The authors of this article for the UHNW Institute set out a narrative of how US wealth management came to be what it is today.
As part of a continuing series of articles produced by the UHNW Institute, with which Family Wealth Report is the exclusive media partner, here is an outline about how the wealth management sector in the US got to be where it is today. Amidst all the debate about this or that business model, it is good to have the chance to stand back and look at the journey so far. McLaughlin is chief executive of J H McLaughlin & Co, a member of FWR's editorial advisory board and a founder of the UHNW Institute. His co-author is Robert Casey. He is a member of the Institute’s editorial board and senior managing director for research at Family Wealth Alliance. (More details on the authors and other UHNW Institute people here.)
This article follows yesterday's overview of business models - and the challenges around them - published here yesterday and written by McLaughlin.
Any attempt to understand the contemporary US wealth management landscape requires a step back to look at how we got here. Regulation and technology were the drivers of change and evolution.
Regulation had its biggest impact under the New Deal. Since then, it has played a more secondary role as technology has been the primary driver of change. At key junctures, disruptors employed technology to get around regulatory barriers or they capitalized on openings created by regulatory change and used technology to build successful businesses. The focus here is on the principal historical developments that gave form to today’s wealth management industry.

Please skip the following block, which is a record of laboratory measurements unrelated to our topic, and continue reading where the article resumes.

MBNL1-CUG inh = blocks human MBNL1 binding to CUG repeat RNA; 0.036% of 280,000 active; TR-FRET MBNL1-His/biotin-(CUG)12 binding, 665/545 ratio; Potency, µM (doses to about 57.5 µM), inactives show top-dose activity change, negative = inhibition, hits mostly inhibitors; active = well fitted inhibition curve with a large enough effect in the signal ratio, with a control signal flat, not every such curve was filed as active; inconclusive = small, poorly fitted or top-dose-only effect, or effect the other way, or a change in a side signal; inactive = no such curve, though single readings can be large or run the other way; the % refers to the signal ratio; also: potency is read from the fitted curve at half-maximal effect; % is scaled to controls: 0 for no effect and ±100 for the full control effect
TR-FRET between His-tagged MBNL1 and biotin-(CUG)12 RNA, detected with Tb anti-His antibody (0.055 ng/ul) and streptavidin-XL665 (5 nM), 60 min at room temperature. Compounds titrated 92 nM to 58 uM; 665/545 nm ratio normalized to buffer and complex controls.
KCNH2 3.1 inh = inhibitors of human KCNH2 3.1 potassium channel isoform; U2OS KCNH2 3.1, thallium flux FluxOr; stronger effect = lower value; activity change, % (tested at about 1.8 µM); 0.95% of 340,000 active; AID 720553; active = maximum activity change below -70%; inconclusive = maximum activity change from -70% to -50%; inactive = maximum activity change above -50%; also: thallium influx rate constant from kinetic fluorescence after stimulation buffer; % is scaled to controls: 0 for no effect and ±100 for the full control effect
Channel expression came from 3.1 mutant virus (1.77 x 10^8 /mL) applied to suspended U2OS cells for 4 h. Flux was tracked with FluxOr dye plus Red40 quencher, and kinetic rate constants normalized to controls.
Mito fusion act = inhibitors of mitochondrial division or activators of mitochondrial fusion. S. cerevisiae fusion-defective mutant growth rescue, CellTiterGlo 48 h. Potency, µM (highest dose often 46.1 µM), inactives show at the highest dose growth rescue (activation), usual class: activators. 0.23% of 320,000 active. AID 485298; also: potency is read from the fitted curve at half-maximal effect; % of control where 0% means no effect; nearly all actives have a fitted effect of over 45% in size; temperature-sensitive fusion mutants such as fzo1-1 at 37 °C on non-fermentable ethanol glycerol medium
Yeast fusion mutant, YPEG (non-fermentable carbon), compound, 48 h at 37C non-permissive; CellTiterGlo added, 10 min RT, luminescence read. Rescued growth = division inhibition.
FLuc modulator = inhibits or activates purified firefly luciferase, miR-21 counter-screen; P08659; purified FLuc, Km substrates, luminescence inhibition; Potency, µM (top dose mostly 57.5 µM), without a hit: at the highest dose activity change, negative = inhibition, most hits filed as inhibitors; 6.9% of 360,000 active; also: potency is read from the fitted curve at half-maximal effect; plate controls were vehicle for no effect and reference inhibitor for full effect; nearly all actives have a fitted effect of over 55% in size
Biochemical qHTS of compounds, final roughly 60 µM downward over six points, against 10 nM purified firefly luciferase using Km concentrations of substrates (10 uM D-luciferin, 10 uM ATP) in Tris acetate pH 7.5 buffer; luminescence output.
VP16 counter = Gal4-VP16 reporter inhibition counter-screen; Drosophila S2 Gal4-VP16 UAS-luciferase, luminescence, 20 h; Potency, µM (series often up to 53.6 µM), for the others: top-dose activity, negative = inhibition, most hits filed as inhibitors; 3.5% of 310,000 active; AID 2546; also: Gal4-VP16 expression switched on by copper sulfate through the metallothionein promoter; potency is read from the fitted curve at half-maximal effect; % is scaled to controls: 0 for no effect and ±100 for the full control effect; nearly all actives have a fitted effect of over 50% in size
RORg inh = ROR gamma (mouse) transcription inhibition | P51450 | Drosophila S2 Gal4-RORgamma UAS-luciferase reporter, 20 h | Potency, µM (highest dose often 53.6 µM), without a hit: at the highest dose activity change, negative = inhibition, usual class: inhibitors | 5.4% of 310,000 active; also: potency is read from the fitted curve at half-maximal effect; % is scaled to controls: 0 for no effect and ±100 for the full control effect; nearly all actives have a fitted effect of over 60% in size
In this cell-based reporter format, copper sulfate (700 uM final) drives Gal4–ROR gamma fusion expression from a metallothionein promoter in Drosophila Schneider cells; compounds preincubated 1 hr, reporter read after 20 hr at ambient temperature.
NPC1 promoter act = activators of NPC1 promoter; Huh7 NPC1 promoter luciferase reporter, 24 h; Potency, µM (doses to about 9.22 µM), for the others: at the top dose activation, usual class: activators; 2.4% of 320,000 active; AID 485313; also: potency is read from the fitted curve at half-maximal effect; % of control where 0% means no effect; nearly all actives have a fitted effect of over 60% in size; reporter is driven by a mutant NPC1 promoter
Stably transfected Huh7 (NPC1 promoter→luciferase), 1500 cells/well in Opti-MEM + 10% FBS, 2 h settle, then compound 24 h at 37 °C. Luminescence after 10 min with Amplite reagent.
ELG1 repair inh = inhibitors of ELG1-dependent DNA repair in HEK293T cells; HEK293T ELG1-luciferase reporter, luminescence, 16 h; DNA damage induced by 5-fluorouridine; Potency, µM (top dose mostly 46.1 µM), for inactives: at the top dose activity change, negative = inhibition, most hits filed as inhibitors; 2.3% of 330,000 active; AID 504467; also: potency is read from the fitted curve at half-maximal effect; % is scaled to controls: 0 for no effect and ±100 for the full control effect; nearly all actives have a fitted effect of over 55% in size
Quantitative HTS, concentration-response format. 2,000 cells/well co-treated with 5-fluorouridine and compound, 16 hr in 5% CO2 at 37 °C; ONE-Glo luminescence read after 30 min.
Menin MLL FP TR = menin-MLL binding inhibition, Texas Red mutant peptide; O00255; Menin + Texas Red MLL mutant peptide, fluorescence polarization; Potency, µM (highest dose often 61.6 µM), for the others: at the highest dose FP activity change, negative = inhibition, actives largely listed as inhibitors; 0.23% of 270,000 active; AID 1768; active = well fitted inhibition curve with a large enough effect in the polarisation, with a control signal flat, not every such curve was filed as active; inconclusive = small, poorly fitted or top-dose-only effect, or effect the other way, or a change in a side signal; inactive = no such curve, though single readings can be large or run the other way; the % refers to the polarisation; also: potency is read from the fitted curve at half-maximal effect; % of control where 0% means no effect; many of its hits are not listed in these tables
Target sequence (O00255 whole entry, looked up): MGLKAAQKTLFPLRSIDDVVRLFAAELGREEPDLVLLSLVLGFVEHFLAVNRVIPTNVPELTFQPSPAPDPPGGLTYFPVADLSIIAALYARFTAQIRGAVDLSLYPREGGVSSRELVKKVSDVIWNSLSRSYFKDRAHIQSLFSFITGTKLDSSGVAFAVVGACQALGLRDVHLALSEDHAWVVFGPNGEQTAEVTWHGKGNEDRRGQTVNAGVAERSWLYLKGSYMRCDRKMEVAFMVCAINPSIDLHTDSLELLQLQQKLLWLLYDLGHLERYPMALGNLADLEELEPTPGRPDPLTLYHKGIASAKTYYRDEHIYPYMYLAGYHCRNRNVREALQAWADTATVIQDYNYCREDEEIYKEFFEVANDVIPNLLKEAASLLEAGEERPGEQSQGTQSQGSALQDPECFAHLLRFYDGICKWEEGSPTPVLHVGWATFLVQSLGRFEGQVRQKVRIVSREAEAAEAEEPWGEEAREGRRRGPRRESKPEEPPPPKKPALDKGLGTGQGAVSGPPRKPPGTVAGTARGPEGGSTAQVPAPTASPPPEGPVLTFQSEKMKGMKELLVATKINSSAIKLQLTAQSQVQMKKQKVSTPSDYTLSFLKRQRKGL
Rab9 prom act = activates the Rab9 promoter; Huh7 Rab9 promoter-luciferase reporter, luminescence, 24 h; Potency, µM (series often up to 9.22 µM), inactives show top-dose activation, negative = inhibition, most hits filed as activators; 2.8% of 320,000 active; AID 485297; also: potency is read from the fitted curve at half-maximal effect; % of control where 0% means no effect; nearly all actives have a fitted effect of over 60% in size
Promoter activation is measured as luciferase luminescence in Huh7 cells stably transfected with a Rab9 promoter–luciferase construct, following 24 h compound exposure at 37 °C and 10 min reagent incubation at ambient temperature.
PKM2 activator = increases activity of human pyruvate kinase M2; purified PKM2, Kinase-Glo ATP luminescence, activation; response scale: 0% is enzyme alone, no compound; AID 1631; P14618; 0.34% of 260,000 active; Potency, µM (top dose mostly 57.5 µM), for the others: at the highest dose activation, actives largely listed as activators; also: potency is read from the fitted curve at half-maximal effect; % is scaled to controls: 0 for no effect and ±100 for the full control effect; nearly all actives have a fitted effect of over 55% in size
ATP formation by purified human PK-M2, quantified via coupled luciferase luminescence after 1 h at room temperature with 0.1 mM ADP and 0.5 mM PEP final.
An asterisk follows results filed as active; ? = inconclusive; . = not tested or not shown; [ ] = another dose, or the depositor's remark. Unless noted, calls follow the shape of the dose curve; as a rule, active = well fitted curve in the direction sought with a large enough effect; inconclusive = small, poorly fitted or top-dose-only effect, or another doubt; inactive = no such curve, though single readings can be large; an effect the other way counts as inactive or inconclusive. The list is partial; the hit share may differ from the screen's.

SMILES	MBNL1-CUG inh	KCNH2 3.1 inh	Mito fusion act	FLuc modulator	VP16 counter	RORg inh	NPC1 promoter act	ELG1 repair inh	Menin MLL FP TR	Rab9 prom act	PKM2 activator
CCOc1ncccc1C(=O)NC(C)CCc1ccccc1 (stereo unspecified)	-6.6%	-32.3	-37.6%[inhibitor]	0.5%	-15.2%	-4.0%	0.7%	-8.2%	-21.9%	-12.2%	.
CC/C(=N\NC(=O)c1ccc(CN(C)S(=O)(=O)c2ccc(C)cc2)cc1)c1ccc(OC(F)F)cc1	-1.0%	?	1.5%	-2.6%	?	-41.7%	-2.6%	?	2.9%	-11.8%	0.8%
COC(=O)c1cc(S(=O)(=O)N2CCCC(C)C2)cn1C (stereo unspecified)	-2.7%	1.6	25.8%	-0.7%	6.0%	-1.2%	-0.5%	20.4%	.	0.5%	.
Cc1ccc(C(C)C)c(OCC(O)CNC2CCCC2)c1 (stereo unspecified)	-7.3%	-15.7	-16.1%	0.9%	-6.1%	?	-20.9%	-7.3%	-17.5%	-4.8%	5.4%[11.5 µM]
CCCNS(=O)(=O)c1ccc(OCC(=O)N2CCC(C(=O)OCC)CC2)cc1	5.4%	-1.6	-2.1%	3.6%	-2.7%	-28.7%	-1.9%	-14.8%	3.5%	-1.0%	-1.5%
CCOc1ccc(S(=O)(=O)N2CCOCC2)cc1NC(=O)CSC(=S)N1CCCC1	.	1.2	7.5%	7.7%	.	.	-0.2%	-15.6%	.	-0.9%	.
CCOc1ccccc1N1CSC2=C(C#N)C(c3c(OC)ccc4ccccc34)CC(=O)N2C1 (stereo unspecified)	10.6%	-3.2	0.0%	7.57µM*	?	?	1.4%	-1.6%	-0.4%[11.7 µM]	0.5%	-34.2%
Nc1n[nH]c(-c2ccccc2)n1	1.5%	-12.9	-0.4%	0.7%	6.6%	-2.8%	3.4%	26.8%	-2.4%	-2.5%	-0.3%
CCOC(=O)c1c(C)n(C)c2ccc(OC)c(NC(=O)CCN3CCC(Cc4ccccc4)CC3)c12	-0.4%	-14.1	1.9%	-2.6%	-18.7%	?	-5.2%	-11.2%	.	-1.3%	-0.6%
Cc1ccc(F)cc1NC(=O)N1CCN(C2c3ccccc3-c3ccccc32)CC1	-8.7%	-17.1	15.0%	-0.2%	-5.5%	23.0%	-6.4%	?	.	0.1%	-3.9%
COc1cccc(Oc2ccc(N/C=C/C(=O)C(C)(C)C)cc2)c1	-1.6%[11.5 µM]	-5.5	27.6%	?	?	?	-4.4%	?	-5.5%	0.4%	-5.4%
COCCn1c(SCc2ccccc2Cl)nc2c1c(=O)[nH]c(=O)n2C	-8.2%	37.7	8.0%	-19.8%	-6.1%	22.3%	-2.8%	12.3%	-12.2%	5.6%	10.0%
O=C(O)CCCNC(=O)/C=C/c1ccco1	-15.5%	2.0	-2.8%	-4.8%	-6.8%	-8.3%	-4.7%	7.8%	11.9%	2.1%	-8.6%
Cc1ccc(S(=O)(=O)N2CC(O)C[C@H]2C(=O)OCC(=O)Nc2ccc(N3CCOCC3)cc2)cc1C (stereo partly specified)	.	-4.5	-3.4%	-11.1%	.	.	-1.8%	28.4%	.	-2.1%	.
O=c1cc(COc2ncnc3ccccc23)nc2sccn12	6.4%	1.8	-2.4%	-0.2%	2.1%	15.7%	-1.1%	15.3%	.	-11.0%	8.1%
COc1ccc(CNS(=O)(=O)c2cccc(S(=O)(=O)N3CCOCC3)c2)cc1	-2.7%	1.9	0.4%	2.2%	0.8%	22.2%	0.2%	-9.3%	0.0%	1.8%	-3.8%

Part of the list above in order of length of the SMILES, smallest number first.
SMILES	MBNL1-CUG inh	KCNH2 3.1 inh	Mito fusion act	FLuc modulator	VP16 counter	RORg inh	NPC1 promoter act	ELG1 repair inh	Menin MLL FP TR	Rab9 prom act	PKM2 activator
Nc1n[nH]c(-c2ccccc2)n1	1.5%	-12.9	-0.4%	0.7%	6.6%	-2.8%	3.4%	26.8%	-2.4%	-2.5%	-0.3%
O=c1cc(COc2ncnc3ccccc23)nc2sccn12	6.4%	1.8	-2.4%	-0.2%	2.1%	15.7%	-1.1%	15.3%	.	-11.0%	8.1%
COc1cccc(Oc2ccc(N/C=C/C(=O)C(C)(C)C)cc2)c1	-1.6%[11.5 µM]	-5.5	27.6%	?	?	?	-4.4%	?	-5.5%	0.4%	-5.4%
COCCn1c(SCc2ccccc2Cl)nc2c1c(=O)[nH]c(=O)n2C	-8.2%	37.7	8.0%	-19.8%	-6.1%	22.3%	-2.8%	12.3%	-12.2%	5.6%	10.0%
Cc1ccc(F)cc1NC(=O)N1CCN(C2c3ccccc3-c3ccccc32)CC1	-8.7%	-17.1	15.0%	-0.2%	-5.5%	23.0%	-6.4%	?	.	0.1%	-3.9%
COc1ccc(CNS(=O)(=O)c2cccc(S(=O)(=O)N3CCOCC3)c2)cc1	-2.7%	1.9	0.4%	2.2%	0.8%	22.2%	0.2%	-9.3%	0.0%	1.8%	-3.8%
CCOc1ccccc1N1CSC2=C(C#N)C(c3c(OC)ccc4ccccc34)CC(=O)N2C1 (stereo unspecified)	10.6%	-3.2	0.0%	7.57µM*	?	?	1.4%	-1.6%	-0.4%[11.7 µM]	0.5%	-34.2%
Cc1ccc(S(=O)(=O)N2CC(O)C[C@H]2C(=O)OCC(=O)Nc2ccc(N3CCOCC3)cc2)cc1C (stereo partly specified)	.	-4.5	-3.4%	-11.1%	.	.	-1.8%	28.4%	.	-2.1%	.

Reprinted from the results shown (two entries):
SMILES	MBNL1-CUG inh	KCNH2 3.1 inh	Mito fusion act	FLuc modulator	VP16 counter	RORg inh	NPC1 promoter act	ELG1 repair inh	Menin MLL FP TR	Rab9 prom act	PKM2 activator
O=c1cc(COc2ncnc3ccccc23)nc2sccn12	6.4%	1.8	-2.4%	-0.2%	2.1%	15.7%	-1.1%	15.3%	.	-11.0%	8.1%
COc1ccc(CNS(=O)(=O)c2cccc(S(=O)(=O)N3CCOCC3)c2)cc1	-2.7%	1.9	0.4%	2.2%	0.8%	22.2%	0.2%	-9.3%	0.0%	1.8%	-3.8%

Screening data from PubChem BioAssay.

Our founding fathers engaged in a tortuous debate over states’ rights, resolving in Article 10 of the Bill of Rights (i.e. the 10th Amendment of the US Constitution) that any power not given to the federal government is given to the people or the states. Despite Alexander Hamilton’s plea for a national bank as a stabilizing force for the emerging nation, it took nearly 50 years for the adoption of a true central bank as leading critics such as Thomas Jefferson and James Madison warned of any centralized authority that would serve merchants and investors and not “the people.”
Nineteenth century economic cycles and ensuing wars ultimately settled the debate over a strong national bank. There was a general understanding that a government system of monetary and fiscal policy would be useful, if cumbersome, and that a dual state/federal chartering system for banks should be retained. While dual chartering remains in place, we’ve largely moved to a federal system of regulatory oversight in response to various events.